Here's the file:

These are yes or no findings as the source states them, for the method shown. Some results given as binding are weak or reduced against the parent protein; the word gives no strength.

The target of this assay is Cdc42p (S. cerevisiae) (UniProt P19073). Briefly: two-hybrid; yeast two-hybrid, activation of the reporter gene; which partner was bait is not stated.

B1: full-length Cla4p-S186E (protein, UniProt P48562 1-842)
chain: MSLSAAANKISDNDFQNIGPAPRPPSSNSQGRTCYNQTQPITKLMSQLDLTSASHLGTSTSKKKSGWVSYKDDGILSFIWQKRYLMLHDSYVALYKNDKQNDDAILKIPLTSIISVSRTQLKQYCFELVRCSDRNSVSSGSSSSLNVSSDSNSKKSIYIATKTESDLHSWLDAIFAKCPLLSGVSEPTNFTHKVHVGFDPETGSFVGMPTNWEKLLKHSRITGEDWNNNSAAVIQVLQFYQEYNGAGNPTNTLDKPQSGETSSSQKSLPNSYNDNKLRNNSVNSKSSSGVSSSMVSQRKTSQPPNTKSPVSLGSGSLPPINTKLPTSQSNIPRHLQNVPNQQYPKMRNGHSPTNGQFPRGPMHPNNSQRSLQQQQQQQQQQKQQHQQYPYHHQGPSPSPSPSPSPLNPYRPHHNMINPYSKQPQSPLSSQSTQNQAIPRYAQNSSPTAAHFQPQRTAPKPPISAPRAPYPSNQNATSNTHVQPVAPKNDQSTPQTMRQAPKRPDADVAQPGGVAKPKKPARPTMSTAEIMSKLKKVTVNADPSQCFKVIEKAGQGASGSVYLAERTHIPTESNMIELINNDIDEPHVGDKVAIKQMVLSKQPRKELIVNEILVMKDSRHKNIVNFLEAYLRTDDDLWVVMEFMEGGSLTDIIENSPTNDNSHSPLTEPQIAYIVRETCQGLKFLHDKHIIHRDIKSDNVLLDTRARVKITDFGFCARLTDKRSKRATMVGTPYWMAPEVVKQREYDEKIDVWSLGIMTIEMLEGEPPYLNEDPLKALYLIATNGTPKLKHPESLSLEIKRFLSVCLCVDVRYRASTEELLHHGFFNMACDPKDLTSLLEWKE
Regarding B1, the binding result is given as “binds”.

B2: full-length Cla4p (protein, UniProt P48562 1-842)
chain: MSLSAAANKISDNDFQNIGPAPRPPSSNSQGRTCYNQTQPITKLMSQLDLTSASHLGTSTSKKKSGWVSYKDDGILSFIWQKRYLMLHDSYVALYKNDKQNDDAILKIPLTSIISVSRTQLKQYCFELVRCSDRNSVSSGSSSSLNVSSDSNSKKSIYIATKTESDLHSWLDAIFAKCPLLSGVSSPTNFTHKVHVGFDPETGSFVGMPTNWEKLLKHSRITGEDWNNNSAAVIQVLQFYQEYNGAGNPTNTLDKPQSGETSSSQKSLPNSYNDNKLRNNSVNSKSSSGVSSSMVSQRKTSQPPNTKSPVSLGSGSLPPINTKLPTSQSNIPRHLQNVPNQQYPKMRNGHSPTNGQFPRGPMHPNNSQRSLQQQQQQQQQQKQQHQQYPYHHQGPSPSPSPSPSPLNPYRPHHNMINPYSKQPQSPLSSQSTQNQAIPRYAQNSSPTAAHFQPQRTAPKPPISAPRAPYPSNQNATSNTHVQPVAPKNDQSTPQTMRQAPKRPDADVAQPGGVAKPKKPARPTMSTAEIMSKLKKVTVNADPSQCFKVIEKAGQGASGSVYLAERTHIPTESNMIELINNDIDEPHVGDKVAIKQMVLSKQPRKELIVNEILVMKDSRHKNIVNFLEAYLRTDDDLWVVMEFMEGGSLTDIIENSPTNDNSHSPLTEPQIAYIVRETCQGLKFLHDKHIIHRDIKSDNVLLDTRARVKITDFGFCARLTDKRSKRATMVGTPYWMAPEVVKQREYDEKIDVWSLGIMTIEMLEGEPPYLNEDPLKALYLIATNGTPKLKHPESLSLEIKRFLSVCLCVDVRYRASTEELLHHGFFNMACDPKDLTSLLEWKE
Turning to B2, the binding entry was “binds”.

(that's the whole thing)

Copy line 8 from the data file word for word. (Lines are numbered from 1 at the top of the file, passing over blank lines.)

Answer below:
Turning to B2, the binding entry was “binds”.